Etzenrade Castle Garden publicly opened in September 2021 and has grown into a popular destination for national and international walkers and garden lovers. The public garden holds its name after the castle that once stood on those grounds. Today, visitors can see the ‘Etzenrader Huisken’ (Etzenrader House), a national and provincial monumental building made from castle remains and surrounded by a unique garden that tells the hidden history of South Limburg.

Together with a team of designers, archaeologists, and renowned garden designer Piet Oudolf, LOLA Landscape Architects created a public garden with a focus on reviving the castle’s heritage, supporting biodiversity, creating more water storage, and improving the public garden’s accessibility with the broader area. The project is part of a bigger plan for the surroundings in which the Rode Beek (Red Brook) is upgraded for climate adaptation, ecological and recreational purposes.

Archaeological research was essential to ensure proper preservation, restoration, and accurate historical representation in the design project. Little is left of the old castle, however, the design ensured that its canals were re-excavated, using trial trenches. It now functions as a water buffer for runoff water from the surrounding hills and connects to the Rode Beek. For the garden, we intended to not literally restore history but to display the archeological process in a contemporary way.The trial trenches are now planting beds and a prominent museum park element, which remain visible in this way even though they are filled up again.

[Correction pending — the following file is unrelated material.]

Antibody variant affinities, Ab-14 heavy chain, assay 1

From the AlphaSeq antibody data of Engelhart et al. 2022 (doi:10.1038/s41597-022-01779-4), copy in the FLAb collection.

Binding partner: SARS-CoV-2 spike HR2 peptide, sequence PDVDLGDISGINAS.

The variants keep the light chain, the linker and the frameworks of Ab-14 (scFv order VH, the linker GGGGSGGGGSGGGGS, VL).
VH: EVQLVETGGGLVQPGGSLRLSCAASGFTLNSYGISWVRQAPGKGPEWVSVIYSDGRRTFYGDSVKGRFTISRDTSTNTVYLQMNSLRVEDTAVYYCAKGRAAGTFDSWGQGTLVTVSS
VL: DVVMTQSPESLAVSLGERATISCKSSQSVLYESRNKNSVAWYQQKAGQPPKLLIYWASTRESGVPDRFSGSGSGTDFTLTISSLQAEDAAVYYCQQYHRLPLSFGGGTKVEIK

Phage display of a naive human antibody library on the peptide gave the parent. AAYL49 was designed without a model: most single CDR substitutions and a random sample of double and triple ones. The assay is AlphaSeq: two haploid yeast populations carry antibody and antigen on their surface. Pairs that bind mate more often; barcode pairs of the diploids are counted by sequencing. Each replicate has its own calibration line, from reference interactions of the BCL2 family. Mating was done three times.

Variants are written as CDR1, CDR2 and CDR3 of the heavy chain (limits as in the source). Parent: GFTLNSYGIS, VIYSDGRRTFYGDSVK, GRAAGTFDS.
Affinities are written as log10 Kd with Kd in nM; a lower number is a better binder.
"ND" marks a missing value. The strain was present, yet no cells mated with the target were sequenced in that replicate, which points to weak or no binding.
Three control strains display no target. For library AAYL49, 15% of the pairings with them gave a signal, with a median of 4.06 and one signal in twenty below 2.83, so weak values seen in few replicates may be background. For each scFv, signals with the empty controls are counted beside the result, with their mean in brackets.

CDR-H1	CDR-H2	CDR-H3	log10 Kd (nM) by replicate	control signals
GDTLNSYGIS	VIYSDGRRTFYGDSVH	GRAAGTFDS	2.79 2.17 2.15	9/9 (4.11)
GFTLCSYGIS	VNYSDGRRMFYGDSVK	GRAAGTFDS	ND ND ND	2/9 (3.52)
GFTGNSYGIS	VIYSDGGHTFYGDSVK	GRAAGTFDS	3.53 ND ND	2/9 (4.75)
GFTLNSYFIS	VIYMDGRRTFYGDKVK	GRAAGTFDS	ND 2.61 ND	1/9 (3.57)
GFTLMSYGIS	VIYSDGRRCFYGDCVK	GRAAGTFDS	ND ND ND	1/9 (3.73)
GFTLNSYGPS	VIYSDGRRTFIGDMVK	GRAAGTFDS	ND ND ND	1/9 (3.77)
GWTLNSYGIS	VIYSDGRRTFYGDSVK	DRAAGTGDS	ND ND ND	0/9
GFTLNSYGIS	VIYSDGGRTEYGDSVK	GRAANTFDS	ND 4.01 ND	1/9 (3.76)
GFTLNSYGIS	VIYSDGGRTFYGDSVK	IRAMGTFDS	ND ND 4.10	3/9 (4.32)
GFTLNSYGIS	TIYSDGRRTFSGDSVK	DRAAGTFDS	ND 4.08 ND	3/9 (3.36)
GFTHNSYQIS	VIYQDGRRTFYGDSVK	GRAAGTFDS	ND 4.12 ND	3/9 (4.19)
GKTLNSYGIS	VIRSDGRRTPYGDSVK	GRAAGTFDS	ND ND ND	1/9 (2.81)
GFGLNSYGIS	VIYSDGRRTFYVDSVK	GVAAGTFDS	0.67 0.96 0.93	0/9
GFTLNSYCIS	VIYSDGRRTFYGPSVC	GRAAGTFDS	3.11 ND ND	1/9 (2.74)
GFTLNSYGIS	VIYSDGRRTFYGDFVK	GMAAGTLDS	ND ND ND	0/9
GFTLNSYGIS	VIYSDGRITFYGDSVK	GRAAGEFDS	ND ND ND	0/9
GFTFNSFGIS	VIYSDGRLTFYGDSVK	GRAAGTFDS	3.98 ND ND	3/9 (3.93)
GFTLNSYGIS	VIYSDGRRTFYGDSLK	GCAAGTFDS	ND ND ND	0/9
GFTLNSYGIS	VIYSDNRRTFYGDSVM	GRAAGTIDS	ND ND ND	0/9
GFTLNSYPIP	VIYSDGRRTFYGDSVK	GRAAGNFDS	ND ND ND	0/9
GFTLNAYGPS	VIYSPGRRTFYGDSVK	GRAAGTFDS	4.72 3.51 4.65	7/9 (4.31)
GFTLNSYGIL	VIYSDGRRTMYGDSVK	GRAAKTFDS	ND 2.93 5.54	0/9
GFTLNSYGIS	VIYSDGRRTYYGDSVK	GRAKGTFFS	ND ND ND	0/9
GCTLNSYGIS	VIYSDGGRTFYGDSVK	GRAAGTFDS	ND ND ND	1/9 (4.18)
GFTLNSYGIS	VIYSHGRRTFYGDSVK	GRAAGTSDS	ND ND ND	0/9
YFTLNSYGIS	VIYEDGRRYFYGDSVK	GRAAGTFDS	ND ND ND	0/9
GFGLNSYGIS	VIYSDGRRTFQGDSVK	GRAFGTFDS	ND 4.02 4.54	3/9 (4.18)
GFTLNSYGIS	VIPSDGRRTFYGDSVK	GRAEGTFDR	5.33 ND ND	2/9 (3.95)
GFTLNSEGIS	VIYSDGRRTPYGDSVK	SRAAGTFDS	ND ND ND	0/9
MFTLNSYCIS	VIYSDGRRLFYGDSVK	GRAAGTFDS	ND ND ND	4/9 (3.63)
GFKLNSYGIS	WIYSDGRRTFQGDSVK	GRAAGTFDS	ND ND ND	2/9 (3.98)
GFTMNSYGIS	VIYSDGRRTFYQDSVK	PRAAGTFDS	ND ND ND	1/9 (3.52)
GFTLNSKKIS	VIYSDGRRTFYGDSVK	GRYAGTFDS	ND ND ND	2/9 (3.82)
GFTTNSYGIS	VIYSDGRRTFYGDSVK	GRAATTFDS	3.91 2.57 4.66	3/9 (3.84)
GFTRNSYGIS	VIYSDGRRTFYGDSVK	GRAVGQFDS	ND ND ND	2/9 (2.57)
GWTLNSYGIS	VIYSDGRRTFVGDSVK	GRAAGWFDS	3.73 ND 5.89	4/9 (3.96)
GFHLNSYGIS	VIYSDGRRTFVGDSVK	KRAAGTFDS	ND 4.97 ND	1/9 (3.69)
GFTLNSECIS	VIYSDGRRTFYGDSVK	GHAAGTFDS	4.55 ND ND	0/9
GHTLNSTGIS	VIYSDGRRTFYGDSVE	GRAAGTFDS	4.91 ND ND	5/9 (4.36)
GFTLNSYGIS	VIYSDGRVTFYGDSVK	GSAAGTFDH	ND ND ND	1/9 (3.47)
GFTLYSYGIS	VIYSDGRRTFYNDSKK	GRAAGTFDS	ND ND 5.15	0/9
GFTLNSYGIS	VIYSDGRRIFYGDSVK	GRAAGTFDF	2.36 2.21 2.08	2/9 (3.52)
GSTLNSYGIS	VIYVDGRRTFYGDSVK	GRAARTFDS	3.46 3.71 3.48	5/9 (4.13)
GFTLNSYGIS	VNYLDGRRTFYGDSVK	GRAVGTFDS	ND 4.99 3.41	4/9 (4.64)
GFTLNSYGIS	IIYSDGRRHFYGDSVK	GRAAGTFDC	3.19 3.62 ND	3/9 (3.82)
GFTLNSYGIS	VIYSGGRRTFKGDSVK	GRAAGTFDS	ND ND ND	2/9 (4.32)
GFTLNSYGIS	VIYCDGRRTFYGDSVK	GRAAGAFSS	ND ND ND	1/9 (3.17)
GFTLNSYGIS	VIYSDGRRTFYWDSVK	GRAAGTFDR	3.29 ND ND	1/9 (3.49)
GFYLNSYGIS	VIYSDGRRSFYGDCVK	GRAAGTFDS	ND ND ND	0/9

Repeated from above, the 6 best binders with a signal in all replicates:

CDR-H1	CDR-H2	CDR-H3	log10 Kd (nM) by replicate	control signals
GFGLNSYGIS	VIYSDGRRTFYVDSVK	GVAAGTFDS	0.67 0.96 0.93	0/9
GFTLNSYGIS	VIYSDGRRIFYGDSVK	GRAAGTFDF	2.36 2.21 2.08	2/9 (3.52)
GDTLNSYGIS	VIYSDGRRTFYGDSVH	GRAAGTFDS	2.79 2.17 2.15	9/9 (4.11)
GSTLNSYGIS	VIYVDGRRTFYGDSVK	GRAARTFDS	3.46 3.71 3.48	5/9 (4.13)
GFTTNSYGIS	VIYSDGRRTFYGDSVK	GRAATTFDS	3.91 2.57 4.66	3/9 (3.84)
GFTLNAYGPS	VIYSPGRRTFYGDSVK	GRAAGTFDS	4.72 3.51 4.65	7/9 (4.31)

The public garden incorporates elements of different historic time periods, including the castle that was destroyed during the 18th century. Replicas of the most extraordinary artifacts unearthed during the archaeological investigation are displayed in the gardens at the exact location where they were found. Sculpture pieces can be seen amid the planting, and artifacts found in the ground and water are presented on a historical table. These artifacts historically date from the Full Middle Ages to the present day: household objects of the inhabitants, bones of the cattle that grazed at the site armor of knights who defended the area, and even weapon remains from the Second World War.

Castle Etzenrade is one of the important key projects of the IBA Parkstad. Since it’s opening it’s turned a private vacant grass field into a public garden that showcases the history and stories of the site, the local ecology and creates a new walking route in a stunning surrounding..


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